By Alex Whalen
International agreements like NAFTA and the Trans-Pacific Partnership dominate our discussions of trade policy. While important, they are arguably less salient than free trade between Canadian provinces.
A New Brunswick court ruling may help to change the conversation. Last week, Judge Ronald LeBlanc struck down a clause in the Liquor Control Act that restricted interprovincial alcohol sales. He ruled that trade barriers violate Section 121 of the Constitution Act, 1867, which prescribed goods to be “admitted free into each of the other provinces.” Internal trade liberalization was a founding principle of the federation.
Provinces have been able to circumvent this clear language through the “doctrine of incidental effects,” meaning that seemingly-unconstitutional consequences of a law can be tolerated if its overall purpose is constitutional. Judge LeBlanc was persuaded to depart from prior rulings based on new historical evidence.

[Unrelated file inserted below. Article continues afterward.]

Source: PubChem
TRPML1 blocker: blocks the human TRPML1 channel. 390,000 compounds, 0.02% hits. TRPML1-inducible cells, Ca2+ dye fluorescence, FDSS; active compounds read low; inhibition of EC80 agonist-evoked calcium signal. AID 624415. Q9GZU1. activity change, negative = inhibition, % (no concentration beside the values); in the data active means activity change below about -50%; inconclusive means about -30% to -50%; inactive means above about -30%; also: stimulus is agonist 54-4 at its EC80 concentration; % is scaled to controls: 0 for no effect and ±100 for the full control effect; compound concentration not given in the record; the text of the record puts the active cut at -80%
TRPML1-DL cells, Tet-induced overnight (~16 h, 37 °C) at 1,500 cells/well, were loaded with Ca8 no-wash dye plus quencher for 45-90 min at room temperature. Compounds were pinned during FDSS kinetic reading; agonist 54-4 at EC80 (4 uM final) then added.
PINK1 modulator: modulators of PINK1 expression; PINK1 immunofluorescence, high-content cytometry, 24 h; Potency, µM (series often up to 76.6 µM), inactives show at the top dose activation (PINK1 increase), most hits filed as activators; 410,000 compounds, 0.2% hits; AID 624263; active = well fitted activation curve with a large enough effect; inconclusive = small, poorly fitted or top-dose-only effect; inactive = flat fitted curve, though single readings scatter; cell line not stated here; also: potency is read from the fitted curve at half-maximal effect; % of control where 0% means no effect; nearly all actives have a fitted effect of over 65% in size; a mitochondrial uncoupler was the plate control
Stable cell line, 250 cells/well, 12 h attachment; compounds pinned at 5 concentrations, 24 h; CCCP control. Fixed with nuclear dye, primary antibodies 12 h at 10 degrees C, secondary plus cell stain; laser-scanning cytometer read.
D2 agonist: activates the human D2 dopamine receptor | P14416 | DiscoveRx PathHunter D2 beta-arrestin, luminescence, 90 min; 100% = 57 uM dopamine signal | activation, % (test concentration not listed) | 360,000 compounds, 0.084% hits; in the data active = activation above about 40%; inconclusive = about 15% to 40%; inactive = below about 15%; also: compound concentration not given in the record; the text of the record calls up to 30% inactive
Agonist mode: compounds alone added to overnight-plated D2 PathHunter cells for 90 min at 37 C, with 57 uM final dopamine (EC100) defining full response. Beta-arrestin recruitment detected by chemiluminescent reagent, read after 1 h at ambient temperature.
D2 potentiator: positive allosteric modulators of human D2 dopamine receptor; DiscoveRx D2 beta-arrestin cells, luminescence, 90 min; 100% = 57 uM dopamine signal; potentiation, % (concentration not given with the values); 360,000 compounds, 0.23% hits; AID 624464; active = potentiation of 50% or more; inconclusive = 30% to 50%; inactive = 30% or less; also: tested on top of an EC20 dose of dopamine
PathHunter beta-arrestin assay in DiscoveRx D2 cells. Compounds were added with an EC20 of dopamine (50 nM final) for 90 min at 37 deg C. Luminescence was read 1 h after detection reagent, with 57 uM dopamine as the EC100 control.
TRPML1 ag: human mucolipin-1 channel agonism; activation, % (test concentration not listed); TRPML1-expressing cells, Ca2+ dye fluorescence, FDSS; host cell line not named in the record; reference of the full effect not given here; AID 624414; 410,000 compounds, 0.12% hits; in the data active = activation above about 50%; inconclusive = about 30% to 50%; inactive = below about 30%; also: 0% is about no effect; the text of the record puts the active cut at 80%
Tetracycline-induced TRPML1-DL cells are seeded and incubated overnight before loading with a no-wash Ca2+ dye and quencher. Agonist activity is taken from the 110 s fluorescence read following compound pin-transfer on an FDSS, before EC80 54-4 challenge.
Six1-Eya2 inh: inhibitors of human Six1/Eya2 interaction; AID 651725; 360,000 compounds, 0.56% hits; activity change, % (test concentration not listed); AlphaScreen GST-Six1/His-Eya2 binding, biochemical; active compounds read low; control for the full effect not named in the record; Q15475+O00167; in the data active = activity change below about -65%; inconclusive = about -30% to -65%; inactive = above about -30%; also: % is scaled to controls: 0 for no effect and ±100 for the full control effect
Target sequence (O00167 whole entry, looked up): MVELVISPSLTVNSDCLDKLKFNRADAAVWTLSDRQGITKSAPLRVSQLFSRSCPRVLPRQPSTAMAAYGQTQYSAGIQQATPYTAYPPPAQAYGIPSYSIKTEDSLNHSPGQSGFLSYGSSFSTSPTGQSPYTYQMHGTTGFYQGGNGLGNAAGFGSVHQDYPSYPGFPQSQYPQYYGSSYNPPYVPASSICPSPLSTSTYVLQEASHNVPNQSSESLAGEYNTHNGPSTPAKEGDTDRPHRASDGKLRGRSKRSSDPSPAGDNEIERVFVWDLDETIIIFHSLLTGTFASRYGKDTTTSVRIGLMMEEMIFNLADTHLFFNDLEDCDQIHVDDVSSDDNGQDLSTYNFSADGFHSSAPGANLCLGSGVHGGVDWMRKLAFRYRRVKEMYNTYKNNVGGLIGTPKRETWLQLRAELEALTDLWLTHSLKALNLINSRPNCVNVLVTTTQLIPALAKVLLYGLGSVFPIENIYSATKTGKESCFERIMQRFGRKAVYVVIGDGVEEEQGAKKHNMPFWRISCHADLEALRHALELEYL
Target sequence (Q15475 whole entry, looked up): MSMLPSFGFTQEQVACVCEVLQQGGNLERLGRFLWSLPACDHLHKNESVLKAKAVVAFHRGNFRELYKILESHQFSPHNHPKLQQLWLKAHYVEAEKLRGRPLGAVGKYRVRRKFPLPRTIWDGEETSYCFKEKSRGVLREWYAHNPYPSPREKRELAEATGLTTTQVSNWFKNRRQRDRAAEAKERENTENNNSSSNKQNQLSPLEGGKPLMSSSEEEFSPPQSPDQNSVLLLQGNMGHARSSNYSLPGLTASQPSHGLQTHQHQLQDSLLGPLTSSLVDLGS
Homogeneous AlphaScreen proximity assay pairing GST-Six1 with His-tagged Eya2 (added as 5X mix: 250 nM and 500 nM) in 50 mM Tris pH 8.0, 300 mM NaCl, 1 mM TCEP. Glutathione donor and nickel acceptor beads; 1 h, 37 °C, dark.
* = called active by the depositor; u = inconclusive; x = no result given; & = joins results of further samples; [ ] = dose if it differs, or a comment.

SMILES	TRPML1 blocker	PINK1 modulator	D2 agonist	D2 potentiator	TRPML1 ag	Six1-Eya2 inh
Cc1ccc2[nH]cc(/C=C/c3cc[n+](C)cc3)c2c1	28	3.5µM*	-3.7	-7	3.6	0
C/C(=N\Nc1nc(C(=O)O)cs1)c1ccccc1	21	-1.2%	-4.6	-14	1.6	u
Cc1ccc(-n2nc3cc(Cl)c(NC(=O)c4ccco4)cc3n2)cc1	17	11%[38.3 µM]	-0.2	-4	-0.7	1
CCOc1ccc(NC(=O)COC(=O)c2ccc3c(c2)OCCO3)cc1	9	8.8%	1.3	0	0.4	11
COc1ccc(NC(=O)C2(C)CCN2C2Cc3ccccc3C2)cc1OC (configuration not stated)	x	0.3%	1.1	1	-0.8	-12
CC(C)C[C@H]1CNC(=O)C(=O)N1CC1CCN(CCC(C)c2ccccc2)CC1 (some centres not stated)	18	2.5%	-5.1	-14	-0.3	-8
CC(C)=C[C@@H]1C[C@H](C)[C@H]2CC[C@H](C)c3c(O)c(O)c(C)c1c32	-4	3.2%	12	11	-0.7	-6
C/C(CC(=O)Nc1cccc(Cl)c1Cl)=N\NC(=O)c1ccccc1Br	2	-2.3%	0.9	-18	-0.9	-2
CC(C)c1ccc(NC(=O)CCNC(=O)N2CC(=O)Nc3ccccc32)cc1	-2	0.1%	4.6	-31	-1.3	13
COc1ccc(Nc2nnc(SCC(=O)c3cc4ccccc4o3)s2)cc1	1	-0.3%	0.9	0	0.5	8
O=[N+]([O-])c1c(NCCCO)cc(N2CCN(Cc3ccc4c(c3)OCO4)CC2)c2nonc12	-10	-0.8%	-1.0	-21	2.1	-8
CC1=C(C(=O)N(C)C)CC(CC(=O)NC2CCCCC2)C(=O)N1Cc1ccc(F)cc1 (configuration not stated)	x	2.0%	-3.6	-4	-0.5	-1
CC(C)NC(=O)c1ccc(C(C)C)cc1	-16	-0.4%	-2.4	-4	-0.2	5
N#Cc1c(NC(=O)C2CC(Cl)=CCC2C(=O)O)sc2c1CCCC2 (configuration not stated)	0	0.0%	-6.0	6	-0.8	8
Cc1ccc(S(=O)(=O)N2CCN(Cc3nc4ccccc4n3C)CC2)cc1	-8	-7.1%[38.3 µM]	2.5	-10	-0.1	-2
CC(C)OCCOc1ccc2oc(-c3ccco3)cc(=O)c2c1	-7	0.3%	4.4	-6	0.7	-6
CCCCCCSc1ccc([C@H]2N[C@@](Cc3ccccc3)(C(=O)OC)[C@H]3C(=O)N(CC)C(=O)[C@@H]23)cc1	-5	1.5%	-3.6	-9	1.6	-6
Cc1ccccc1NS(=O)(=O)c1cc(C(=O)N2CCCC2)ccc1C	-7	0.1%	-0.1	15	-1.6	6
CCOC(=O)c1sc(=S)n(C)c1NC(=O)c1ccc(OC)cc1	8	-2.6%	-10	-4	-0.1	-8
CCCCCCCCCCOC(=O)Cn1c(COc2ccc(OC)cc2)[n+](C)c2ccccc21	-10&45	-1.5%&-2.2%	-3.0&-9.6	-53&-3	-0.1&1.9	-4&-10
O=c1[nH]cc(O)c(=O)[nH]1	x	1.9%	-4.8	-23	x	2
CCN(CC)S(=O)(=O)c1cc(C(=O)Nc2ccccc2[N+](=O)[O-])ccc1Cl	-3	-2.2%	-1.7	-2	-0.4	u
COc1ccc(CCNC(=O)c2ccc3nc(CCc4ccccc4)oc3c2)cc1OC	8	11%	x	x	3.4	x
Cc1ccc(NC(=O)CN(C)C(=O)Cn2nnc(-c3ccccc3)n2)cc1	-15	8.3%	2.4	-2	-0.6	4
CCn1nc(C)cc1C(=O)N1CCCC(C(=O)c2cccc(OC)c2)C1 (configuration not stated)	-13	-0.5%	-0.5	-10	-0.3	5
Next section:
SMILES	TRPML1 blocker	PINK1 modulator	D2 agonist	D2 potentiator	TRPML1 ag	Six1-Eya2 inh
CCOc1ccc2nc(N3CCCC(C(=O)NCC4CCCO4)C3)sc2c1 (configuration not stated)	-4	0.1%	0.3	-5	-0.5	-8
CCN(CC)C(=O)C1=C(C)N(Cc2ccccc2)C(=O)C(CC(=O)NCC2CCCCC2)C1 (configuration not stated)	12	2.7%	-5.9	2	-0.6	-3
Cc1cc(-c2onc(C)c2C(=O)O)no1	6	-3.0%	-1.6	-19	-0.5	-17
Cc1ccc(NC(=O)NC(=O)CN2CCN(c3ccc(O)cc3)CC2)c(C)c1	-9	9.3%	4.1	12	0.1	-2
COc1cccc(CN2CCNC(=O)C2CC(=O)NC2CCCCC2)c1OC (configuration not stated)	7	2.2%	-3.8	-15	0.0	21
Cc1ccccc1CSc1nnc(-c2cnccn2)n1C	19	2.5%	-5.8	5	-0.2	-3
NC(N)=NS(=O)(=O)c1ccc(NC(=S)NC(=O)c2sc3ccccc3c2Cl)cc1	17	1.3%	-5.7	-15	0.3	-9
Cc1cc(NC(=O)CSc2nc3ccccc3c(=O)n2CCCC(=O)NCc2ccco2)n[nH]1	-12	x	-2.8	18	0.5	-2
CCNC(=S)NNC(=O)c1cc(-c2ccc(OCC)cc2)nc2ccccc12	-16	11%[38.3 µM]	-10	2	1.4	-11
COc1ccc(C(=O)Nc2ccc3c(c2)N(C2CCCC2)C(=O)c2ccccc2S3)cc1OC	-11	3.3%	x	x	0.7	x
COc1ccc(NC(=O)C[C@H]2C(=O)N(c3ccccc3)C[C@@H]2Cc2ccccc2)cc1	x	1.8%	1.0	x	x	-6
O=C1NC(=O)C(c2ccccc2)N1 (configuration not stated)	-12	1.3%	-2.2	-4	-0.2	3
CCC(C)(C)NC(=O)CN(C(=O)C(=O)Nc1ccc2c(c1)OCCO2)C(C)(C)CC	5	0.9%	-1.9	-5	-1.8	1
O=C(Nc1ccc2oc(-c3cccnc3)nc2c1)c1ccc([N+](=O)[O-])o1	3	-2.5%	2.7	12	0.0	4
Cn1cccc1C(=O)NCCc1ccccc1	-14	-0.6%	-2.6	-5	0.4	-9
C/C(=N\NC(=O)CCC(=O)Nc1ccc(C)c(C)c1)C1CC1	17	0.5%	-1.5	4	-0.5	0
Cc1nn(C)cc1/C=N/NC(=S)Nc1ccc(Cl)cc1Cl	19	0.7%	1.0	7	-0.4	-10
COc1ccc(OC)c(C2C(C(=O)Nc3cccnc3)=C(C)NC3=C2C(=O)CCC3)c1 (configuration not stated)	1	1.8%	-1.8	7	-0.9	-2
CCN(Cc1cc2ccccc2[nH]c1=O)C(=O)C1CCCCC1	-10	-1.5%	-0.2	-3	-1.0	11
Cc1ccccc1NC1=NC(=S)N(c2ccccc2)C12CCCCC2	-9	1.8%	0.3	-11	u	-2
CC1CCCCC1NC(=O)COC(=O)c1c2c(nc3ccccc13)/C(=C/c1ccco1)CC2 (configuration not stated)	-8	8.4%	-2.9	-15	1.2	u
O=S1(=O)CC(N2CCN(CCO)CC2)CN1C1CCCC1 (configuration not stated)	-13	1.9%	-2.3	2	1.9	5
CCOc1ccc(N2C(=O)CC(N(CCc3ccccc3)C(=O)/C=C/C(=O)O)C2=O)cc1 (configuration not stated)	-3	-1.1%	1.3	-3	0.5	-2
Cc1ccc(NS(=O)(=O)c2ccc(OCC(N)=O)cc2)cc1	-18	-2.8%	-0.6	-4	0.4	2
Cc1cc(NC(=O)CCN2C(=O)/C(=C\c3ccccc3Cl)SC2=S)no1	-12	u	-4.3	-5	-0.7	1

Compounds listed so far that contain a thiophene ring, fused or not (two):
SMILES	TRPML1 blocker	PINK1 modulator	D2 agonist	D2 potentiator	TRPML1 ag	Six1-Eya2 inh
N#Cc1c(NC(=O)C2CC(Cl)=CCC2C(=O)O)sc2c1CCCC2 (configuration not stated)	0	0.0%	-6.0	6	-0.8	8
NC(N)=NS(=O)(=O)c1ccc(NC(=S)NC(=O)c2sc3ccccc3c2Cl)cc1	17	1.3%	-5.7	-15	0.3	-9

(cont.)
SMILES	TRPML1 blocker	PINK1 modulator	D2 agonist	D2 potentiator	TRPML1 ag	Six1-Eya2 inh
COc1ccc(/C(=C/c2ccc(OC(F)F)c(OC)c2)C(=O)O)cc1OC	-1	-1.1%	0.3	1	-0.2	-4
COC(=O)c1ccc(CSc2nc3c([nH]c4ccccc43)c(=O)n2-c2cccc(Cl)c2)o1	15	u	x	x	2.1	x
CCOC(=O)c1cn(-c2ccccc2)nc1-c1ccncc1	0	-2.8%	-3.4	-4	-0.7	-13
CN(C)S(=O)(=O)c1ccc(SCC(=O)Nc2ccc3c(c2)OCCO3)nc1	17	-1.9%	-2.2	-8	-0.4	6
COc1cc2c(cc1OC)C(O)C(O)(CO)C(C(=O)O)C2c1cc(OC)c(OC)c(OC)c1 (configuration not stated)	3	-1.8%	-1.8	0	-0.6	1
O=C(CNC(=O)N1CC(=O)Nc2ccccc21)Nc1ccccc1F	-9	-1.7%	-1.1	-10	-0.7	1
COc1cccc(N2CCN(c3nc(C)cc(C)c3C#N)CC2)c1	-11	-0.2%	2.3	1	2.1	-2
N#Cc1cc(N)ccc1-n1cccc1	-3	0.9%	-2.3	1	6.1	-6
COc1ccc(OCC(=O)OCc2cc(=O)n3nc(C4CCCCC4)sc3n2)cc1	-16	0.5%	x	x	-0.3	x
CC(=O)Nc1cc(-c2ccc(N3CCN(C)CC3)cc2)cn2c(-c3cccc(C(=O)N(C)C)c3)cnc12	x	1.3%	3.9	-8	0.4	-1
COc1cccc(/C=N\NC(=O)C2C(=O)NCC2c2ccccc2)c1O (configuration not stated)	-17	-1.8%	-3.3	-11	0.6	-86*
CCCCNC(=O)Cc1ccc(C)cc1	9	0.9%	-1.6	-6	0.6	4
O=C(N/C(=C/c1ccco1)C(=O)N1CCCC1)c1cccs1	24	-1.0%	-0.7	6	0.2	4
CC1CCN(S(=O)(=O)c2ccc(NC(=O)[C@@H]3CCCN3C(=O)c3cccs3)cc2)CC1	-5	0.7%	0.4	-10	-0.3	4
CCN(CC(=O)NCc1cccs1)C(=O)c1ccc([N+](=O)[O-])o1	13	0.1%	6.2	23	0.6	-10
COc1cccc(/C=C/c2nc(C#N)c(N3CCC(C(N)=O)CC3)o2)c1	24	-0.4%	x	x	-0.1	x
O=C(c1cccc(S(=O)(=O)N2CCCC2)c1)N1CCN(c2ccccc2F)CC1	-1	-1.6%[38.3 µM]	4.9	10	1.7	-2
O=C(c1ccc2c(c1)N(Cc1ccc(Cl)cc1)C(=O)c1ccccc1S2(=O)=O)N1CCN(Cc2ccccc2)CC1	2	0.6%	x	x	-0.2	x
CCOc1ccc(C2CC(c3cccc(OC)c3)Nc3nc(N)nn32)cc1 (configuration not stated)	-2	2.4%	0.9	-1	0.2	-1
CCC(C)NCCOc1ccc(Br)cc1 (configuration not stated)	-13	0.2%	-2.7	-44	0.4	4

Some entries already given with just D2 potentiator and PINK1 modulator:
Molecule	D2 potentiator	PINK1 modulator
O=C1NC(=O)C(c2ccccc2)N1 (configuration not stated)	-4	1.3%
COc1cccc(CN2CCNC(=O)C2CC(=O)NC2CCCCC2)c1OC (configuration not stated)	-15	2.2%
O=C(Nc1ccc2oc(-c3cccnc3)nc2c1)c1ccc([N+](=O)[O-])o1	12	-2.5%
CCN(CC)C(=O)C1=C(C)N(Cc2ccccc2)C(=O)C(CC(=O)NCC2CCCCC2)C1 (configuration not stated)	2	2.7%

Jurisprudence aside, removing internal trade barriers is smart policy. Markets, not legislatures, should determine prices — especially within our own borders.
The issue is far from settled. Canada’s Supreme Court interprets most constitutional issues, and this case is near certain to be appealed. But for the movement supporting freer internal trade, a small battle has been won.